Samuel warned them what a human king would do to them. He saw what the kings of other nations did. Many times Samuel said ‘he will take’ and ‘he will make’. A king would take a lot for himself and his friends and servants. He would take all the best things. He would take people and animals. He would take crops and land. The people would have pay taxes to him. This would be hard for them. Sometimes they could only grow enough food to feed themselves. The people of Israel already had to give a tenth part of their animals and crops to the priests (Deuteronomy 14:22-29).
Samuel knew that the king would demand all these things and this would make them unhappy. Samuel warned them of the disadvantages. But the people could only think of the advantages. They would not change their decision even though it was not the best for them. God gave them what they asked for. However, in the future, God would not help them when they complained. They would get what they deserved. In verse 22, the Lord said to Samuel ‘You must give them a king’. This does not mean that Samuel chose the king. God chose the king. Then the people went home to wait for their king.
Items for Discussion
- How are these verses a perfect description for the old saying, “Be careful for what you ask?”
- What is the difference between a judge and a king?
- What did God tell Samuel?
- What are examples in today’s society, when we want something or someone in spite of what our God might have in mind?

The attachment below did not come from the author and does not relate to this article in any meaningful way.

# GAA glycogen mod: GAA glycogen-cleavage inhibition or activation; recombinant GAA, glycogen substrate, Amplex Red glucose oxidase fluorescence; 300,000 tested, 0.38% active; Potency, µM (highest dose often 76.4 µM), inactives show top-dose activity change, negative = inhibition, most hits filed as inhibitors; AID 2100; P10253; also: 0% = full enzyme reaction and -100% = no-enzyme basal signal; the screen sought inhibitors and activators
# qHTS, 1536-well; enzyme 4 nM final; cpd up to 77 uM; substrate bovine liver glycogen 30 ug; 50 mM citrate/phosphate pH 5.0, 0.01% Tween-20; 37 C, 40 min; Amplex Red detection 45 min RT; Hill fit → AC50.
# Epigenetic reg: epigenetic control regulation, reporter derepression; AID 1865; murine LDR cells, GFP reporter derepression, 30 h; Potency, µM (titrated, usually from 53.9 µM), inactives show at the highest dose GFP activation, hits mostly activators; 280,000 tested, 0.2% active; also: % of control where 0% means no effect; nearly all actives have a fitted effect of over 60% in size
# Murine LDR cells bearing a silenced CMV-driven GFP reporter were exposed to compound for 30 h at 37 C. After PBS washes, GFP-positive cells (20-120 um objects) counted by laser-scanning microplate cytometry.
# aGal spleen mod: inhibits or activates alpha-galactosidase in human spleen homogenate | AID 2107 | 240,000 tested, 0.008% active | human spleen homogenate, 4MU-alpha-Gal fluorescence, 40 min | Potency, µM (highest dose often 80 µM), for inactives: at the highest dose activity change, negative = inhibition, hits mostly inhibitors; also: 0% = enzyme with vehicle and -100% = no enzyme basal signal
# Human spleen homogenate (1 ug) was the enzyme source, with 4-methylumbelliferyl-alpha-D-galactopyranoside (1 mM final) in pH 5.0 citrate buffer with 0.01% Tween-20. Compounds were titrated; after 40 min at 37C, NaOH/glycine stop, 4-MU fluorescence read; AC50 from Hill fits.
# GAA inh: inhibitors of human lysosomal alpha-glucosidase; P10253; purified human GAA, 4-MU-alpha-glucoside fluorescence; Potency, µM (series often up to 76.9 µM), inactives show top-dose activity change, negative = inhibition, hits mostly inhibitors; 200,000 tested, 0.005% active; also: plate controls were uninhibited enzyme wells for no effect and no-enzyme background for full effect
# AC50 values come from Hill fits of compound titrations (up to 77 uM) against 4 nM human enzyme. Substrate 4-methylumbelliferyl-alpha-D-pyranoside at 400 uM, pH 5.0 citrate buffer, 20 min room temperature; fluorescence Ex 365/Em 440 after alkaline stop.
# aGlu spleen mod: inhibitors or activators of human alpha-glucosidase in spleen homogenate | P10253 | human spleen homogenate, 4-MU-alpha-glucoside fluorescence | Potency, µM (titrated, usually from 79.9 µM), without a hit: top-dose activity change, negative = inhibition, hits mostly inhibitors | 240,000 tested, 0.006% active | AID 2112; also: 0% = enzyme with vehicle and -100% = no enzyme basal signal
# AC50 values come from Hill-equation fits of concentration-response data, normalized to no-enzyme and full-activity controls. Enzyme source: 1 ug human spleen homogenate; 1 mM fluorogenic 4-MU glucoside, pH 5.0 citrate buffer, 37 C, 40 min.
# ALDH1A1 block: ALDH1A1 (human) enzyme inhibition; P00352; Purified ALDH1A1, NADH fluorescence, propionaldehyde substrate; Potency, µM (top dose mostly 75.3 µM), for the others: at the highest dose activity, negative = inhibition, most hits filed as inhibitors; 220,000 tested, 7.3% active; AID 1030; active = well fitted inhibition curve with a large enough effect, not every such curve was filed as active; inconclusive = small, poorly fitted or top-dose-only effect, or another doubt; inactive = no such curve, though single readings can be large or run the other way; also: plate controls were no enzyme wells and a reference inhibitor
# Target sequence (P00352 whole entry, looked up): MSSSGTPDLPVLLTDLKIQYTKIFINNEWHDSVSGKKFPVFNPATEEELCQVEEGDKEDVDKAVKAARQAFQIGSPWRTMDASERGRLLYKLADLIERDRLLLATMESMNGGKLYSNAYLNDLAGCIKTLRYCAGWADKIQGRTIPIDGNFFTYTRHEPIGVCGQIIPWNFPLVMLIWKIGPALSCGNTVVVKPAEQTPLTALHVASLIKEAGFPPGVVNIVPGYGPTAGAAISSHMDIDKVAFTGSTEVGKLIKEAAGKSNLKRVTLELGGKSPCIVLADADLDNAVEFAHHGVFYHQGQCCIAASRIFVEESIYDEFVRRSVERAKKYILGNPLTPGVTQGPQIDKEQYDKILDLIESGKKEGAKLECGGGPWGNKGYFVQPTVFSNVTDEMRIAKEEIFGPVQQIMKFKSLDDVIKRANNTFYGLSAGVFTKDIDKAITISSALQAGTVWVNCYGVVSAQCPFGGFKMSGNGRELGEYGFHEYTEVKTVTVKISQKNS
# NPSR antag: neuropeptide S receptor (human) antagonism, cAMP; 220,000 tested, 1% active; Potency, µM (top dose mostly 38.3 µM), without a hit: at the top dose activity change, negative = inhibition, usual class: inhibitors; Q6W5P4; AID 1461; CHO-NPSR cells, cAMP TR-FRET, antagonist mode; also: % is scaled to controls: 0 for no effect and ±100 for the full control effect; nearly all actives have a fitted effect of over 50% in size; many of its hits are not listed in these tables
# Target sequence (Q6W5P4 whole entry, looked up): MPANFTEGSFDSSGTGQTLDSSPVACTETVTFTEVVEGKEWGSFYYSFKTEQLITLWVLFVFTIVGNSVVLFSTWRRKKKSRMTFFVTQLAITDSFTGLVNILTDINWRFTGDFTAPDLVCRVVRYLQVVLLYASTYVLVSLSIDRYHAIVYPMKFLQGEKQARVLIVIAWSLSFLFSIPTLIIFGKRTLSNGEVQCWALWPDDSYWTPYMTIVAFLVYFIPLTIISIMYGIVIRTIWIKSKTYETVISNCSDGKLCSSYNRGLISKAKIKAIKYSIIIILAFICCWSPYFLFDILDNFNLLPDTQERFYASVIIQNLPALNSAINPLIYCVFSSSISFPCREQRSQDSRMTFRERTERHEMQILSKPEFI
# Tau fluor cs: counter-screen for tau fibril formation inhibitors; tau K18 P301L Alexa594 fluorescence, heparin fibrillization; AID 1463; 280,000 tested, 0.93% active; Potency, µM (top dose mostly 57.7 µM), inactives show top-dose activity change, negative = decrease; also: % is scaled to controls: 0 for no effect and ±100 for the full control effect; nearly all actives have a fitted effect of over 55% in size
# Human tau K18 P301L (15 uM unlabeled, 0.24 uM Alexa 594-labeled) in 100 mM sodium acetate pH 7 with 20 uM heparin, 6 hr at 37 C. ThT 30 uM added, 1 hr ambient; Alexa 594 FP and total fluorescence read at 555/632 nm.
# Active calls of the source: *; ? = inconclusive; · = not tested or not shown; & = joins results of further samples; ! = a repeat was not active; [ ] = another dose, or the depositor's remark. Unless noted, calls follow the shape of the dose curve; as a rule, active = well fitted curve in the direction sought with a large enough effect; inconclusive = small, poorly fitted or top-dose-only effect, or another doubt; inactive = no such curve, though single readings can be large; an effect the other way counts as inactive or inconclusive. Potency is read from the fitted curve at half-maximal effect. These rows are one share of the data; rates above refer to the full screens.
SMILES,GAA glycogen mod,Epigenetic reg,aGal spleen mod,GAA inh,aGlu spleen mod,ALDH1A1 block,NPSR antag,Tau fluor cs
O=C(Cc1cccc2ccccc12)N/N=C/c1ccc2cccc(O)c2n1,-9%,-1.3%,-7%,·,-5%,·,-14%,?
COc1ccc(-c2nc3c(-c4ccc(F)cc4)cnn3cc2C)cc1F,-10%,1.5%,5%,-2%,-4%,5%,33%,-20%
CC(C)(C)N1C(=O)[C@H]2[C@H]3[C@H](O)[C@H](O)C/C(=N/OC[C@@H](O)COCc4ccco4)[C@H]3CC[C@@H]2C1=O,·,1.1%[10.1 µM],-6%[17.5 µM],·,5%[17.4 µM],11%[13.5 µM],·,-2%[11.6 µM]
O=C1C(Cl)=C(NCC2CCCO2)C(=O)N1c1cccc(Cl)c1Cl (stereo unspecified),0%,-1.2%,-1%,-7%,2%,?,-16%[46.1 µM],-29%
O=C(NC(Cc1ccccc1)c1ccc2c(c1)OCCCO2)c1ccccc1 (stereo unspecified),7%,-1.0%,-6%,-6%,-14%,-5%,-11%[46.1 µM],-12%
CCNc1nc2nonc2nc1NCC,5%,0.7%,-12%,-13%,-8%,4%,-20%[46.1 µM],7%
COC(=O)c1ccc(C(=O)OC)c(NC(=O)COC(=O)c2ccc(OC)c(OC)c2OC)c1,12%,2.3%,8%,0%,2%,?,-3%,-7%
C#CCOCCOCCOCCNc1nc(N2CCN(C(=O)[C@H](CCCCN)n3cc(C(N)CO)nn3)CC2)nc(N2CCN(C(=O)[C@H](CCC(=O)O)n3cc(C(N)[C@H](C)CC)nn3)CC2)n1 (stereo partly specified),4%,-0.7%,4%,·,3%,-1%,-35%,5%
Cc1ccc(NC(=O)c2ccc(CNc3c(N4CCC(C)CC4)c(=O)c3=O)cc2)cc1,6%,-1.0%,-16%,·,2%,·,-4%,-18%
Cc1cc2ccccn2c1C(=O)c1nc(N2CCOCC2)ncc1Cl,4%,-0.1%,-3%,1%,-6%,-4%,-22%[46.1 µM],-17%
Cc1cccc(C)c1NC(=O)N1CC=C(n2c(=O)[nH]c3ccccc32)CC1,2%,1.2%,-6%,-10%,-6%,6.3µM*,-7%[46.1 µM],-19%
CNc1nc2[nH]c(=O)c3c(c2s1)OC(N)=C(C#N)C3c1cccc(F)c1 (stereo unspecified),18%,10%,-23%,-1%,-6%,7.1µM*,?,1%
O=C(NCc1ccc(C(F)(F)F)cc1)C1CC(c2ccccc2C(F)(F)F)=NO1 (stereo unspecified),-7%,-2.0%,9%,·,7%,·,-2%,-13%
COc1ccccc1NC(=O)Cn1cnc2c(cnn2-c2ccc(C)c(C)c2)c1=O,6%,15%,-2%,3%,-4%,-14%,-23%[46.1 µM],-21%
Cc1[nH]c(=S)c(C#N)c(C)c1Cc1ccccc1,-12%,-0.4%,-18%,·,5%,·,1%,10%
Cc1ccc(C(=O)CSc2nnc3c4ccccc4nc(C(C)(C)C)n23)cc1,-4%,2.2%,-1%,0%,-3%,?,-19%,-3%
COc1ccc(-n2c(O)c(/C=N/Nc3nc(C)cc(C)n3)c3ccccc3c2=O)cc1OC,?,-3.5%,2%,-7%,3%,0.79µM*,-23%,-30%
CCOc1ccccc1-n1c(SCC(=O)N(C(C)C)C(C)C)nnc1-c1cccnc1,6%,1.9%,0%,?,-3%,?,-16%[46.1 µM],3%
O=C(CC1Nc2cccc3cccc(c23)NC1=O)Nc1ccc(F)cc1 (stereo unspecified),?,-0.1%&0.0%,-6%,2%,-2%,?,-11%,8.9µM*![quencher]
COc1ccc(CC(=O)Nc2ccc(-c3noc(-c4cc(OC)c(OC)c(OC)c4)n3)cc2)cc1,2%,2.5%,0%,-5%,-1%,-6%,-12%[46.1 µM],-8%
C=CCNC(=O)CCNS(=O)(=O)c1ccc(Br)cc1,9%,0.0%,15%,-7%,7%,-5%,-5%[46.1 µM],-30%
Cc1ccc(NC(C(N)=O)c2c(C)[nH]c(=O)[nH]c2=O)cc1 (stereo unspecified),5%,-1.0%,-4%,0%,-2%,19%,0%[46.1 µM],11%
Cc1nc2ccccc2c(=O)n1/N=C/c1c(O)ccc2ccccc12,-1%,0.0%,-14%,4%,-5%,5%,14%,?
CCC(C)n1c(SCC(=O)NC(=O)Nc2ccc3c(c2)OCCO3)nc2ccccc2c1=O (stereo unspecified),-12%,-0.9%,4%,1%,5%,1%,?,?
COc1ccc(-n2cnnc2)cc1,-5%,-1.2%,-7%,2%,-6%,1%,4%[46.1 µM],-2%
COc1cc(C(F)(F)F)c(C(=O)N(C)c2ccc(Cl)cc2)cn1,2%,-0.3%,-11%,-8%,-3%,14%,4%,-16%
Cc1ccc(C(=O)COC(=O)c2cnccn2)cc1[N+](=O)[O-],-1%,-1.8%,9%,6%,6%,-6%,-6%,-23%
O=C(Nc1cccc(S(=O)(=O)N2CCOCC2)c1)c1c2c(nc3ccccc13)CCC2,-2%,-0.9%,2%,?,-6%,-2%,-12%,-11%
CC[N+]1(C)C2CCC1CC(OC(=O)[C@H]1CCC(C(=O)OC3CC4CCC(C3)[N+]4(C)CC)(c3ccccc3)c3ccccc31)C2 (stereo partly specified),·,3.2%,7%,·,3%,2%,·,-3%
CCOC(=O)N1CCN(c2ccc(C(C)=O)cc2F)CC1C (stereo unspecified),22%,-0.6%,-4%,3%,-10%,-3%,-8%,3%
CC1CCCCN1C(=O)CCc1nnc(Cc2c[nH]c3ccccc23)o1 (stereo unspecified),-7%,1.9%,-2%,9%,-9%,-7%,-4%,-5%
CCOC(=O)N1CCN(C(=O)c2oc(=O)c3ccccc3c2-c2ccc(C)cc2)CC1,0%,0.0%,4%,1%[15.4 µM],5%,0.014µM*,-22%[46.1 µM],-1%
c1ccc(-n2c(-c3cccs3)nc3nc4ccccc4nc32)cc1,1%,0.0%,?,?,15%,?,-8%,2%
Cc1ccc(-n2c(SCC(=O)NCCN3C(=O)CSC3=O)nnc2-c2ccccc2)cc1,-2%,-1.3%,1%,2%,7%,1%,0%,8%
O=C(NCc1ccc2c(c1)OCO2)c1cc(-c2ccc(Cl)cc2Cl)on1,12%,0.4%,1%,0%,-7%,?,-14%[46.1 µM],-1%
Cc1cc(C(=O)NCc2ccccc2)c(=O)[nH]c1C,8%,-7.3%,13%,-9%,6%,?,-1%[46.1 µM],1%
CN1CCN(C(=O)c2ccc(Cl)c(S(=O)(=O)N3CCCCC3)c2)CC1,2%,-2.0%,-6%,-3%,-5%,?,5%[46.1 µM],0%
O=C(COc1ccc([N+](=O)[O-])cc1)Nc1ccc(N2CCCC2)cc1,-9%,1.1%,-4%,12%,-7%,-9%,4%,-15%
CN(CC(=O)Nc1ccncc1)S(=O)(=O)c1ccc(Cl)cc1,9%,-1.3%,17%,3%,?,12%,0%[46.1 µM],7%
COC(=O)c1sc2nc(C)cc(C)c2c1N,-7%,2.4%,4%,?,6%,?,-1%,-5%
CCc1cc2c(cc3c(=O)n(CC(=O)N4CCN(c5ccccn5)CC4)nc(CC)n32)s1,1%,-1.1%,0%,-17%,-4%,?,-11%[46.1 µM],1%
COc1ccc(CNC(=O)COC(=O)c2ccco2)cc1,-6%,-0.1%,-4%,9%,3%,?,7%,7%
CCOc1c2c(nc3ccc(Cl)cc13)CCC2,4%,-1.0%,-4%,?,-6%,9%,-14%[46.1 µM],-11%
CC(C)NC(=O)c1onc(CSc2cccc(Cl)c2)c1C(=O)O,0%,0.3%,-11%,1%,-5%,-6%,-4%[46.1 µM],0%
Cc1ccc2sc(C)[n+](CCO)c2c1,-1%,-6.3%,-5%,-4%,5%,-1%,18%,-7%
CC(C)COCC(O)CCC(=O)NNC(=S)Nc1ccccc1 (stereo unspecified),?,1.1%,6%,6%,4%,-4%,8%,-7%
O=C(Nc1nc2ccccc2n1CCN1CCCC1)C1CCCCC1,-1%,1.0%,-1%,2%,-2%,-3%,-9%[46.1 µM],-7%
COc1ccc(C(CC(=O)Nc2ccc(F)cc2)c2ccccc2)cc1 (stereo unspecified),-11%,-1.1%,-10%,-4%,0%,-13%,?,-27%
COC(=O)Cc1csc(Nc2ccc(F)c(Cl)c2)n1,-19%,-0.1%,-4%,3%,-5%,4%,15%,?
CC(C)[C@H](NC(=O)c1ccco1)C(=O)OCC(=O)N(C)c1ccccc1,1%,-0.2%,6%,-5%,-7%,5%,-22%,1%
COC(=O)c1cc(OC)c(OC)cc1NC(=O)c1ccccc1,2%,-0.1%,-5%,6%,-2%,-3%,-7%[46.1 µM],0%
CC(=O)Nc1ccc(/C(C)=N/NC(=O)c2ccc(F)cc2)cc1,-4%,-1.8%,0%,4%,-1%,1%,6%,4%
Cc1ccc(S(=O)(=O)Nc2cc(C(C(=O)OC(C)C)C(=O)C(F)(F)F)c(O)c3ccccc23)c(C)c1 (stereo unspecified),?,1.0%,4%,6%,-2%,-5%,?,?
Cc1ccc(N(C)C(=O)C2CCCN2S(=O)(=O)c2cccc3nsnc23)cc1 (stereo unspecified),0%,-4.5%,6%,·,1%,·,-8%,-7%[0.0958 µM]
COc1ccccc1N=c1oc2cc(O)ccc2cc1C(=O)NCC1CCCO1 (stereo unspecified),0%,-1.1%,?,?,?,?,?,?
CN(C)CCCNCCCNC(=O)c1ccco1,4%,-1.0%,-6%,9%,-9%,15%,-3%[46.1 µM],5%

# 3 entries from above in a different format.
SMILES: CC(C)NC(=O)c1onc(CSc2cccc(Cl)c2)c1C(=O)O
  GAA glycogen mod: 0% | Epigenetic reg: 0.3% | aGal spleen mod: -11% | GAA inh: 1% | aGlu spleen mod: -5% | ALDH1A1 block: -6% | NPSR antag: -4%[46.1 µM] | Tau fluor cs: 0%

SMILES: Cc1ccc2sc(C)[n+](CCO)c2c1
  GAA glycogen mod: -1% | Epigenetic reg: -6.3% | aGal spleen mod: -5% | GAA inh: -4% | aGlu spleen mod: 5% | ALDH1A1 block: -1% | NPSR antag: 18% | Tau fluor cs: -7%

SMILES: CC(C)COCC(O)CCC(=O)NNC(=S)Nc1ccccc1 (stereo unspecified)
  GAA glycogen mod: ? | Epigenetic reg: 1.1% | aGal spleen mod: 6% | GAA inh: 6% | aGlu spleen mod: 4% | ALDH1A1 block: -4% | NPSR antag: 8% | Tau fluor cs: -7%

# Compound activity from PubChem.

- How important is the character of a king to a nation?
20 Then Jesus entered a house, and again a crowd gathered, so that he and his disciples were not even able to eat. 21 When his family heard about this, they went to take charge of him, for they said, “He is out of his mind.” 22 And the teachers of the law who came down from Jerusalem said, “He is possessed by Beelzebul! By the prince of demons he is driving out demons.” 23 So Jesus called them over to him and began to speak to them in parables: “How can Satan drive out Satan? 24 If a kingdom is divided against itself, that kingdom cannot stand. 25 If a house is divided against itself, that house cannot stand. 26 And if Satan opposes himself and is divided, he cannot stand; his end has come. 27 In fact, no one can enter a strong man’s house without first tying him up. Then he can plunder the strong man’s house. 28 Truly I tell you, people can be forgiven all their sins and every slander they utter, 29 but whoever blasphemes against the Holy Spirit will never be forgiven; they are guilty of an eternal sin.”